• 2. EERI Special Earthquake Report — May 2010 medical centers and hospitals collapsed or were damaged; 13 out of 15 key government buildings were severely damaged. The Haitian government estimates that the damage caused by the earthquake totals approximately $7.8 billion, which is more than 120% of Haiti’s 2009 gross domestic product. Remote Sensing Data The Global Earth Observation Catastrophe Assessment Network (GEO-CAN) response after the Haiti earthquake realized a vision many years in the making — that rapid and actionable damage assessment could be completed with remotely sensed data enabled by distributed interpretation in a geospatial environment. Analysis is done through a portal that serves as a “social networking tool” where, after reading a brief training document, hundreds of engineers and scientists provided an assessment of damage by comparing beforeand-after satellite images of the affected areas. GEO-CAN allowed for a comprehensive assessment of regional damage and was used in the development of the post-disaster needs assessment. It can serve as a successful model for utilizing remote sensing technologies after a regional disaster. Within a week, close to 30,000 buildings had been identified as heavily damaged or collapsed. The data were checked independently using field ground surveys conducted by a wide range of organizations. In total, there were over 600 GEO-CAN volunteers from 23 countries representing 53 private companies, 60 academic institutions, and 18 government or nonprofit organizations. Almost 200 members from EERI contributed significantly to the effort. For a complete list of organizations, visit the GEO-CAN community tab at http:// www.virtualdisasterviewer.com/ vdv/index.hp?selectedEventId=7. All data produced have been made publicly available directly through the World Bank and served in the Virtual Disaster Viewer (VDV), alongside thousands of geo-tagged photographs from the EERI reconnaissance team and various other postdisaster ground field teams (Figure 1). Many lessons have been learned from the GEO-CAN effort, among them that very high-resolution imagery can be used to provide rapid damage estimates of severely damaged structures where it is difficult to deploy in the field. This has enormous implications for future events where access is restricted or not feasible and immediate information is required. During reconnaissance, it became clear that more damage was visible in the imagery than could be seen on the ground, because damaged structures were behind walls, deep within blocks. Mobilizing hundreds of engineers requires significant resources. Much of GEO-CAN’s success is attributable to the generosity of Google, Microsoft, Digital Globe, and GeoEye and the San Diego State University Visualization Center, which not only freely distributed data, but actively served imagery for interpretation. Performance of Historic Structures Historic buildings dating from the time of French colonization to the 1920s predate the concrete-framed concrete block construction that comprises most of the building inventory of Port-au-Prince. Historic buildings fall into three distinct categories: timber frame, unreinforced masonry (URM), and reinforced concrete. Timber Frame: In Port-au-Prince and other urban areas of Haiti, these buildings were generally constructed between 1890 and 1925. Built typically as residences, the buildings were generally either 1) timber frame with exterior wood siding, or 2) timber frame with masonry infill (known by the French term colombage) (Figure 2). The masonry is either fired brick with lime mortar, or irregular shaped limestone with earthen mortar and a lime plaster finish. In all observed cases, the timber frame included diagonal members and interior Most importantly, GEOCAN is a model for mobilizing volunteers with professional expertise. The GEO-CAN community has conclusively demonstrated that professionals will volunteer in large numbers if the proper IT infrastructure is available. Social-networking can be used to establish a framework of massively distributed but collaborative environments that can reduce the communication gridlock common in disasters. Future successful deployments will hinge upon harnessing this framework. 2 Figure 2. Timber frame with colombage (photo: Martin Hammer).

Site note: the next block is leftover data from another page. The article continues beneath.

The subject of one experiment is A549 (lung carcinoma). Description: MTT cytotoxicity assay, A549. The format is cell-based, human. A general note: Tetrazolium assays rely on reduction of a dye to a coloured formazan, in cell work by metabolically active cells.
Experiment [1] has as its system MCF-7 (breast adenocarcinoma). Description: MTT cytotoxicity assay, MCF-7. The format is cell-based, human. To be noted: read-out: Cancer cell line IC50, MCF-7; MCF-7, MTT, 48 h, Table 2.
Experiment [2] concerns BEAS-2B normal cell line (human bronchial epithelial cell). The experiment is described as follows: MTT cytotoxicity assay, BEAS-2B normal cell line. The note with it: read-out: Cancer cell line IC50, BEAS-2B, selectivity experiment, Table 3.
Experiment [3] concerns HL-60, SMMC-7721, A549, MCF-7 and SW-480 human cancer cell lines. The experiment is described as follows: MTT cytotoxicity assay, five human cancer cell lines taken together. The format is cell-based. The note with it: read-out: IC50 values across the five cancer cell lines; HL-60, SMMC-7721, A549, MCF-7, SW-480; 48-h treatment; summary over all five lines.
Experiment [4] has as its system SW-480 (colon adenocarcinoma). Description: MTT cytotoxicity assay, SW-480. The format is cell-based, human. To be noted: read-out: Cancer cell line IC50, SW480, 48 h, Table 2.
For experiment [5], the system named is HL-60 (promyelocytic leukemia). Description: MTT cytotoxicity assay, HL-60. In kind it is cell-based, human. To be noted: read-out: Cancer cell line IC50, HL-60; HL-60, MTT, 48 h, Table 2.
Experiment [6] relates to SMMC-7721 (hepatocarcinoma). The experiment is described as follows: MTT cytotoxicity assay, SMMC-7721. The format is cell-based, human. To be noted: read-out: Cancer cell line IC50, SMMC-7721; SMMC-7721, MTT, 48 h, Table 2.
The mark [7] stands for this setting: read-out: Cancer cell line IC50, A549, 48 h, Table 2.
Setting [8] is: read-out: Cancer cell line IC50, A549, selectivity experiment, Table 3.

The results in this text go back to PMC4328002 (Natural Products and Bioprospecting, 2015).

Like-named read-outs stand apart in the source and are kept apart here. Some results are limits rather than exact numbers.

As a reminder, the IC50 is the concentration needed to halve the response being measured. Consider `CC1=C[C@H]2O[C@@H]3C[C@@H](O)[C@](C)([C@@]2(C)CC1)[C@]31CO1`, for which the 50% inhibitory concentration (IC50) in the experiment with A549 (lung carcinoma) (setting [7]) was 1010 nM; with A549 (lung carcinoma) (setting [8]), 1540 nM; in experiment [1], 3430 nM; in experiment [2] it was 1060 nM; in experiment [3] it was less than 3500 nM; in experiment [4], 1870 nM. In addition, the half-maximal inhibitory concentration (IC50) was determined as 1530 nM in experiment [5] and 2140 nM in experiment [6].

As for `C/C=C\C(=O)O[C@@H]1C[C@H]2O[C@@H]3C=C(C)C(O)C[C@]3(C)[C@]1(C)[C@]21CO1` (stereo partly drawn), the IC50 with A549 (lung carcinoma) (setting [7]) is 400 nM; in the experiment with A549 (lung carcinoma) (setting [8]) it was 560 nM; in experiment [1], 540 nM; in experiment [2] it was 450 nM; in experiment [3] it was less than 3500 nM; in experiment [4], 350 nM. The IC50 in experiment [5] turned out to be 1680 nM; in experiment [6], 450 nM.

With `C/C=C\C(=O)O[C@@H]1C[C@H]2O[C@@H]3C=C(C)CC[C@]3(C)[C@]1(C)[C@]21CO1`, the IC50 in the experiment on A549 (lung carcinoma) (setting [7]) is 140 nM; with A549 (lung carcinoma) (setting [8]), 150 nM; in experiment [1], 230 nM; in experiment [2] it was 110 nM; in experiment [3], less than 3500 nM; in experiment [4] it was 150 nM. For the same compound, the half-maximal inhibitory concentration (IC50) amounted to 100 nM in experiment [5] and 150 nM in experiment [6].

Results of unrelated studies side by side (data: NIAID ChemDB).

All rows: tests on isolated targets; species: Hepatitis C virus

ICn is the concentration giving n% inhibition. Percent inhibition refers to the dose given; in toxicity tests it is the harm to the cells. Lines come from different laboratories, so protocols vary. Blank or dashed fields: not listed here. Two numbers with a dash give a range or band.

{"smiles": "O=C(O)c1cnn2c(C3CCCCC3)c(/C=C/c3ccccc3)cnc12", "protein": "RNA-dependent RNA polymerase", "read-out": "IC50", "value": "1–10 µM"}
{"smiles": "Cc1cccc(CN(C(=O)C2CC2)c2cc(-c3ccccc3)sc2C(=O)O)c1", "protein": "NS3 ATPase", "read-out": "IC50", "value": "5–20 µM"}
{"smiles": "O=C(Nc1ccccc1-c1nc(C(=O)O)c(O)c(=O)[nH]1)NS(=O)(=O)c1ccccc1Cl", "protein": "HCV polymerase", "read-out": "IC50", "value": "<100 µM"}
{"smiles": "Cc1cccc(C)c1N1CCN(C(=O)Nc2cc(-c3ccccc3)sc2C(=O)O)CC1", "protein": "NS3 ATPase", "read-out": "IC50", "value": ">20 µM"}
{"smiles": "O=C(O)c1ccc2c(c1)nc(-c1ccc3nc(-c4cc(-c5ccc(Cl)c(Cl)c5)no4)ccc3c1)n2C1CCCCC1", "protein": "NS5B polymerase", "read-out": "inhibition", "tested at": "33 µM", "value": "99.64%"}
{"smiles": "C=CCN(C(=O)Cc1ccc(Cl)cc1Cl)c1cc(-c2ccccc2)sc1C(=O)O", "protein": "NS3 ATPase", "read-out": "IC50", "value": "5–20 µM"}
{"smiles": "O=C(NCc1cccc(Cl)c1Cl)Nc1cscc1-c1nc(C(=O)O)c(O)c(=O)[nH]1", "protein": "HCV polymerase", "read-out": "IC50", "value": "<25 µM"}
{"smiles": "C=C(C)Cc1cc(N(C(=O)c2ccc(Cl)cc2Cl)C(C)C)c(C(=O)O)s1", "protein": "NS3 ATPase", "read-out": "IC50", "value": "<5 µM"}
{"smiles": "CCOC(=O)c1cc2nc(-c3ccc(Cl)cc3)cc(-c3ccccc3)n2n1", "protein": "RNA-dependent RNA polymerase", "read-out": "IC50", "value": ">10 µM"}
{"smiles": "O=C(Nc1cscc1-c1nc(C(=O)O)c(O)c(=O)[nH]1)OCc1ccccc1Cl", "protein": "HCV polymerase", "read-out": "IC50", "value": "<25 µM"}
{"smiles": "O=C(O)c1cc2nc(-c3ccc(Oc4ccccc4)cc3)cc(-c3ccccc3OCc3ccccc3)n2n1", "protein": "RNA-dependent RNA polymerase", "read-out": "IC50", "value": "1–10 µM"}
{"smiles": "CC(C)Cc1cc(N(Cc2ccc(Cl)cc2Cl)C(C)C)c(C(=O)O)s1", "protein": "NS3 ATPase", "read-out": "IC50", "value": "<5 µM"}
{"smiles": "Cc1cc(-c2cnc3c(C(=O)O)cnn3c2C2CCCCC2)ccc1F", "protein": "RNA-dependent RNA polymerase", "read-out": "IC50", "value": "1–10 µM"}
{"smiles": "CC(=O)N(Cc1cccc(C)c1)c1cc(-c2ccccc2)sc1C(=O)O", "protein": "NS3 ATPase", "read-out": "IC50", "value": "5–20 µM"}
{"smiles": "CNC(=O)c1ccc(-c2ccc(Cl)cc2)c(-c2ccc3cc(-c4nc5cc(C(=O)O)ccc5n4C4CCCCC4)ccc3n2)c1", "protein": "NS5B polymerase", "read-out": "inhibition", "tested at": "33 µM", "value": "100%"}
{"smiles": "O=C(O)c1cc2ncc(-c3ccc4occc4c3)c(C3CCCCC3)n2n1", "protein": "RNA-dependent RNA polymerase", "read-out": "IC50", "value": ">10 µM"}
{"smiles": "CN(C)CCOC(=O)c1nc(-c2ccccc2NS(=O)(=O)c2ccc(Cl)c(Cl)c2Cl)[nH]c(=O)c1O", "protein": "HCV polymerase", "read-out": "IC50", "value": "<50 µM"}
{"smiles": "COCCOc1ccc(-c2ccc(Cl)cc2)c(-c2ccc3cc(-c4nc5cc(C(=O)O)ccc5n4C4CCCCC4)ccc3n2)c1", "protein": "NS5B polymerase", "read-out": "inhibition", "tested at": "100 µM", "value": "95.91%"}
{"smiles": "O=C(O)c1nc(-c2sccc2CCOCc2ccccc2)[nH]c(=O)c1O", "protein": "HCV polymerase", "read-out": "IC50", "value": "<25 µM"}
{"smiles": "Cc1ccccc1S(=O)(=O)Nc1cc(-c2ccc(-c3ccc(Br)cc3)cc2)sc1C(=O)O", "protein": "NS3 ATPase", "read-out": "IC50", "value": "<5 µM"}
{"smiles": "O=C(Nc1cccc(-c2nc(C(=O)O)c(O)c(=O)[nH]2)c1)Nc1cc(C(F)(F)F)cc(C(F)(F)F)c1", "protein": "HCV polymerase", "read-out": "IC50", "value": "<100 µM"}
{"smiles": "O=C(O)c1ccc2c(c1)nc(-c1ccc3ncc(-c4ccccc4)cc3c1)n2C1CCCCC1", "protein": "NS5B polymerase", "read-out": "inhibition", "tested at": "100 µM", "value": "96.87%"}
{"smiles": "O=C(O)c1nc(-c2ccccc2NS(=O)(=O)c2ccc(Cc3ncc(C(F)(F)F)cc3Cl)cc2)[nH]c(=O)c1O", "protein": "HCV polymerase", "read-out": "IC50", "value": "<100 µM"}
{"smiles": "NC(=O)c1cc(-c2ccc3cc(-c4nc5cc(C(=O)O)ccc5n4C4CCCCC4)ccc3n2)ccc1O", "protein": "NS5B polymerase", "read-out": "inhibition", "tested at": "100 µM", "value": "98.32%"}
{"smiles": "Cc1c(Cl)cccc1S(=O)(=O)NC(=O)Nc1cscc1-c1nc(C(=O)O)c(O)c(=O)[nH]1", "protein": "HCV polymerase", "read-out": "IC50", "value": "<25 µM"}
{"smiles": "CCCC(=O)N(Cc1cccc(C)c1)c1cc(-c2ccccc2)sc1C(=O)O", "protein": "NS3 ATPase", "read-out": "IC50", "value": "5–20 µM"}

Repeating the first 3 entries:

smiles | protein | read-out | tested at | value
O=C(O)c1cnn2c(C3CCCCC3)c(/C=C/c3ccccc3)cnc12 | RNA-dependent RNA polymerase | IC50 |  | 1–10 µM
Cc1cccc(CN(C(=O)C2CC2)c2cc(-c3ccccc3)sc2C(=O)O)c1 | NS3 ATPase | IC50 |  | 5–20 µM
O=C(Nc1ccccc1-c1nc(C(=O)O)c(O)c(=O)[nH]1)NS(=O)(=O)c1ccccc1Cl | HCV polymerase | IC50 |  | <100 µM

• 3. EERI Special Earthquake Report — May 2010 Figure 3. Wood frame building next to collapsed concrete and masonry building (photo: Martin Hammer). wooden planks horizontally across the wall framing. These buildings were either one story or two, with mortared brick or limestone foundations, woodframed floors, and corrugated steel roofs framed with wood. The most prominent timber frame buildings exhibit ornate carpentry details, and are commonly referred to as “gingerbread,” but many simpler buildings utilize the same methods of construction. Both types of timber frame construction are inherently resistant to earthquakes. The all-wood buildings are light and flexible, and utilize the diagonal members and wood-sheathed walls to resist lateral loads. The colombage buildings are heavier, but dissipate energy through friction between the masonry panels and the timber members, and between the masonry units after their weaker mortar joints fracture. The diagonal wood members provide resistance as well (Figure 2). The timber frame buildings in Portau-Prince, Petionville, and the south coastal city of Jacmel performed well, and were often seen adjacent to the site of a collapsed masonry or concrete structure (Figure 3). However, many sustained moderate to serious damage due to Figure 4. Colombage performed well, though the unreinforced masonry wall collapsed (photo: the deterioration of wood members from termites or Martin Hammer). rot. The colombage buildings sometimes expelled masonry ing Ministry of Finance (also URM) panels under out-of-plane loading. suffered far less damage and did Additions made of unreinforced not collapse. masonry or reinforced concrete usually suffered the most damage The failures we observed generally (Figure 4). ranged from diagonal cracking in wall sections to absolute collapse; Unreinforced Masonry (URM): modes of failure included 1) lack of Unreinforced masonry construction brick ties or brick headers between predominates among buildings conbrick withes, 2) lack of adequate structed between the late 1800s and steel reinforcing, 3) weak stone the 1920s, often combined with the masonry where it was necessary timber construction described above. for structural support, and 4) poor The EERI team observed URM resmortar quality due to poor aggreidential, academic, religious, and gate quality, inadequate cement or government buildings (Figure 5). The lime, or poor maintenance. buildings were a combination of rough stone masonry and fired clay brick, with little or no smooth steel reinforcing along building corners or window and door heads. The stone masonry appeared to be the light colored limestone that is commonly acquired in the La Boule quarries in the hills around Port-au-Prince. Some URM buildings, such as the Haitian Ministry of Interior, failed catastrophically (Figure 5) even though the neighbor3 For those URM buildings that remain intact or that can be salvaged, it is advisable for an historic preservation and/or structural engineering professional to inspect them in greater detail to determine appropriate preservation and structural retrofit measures. These measures may include doweled through-wall anchors, parallel lateral bracing, or repairs to mortar.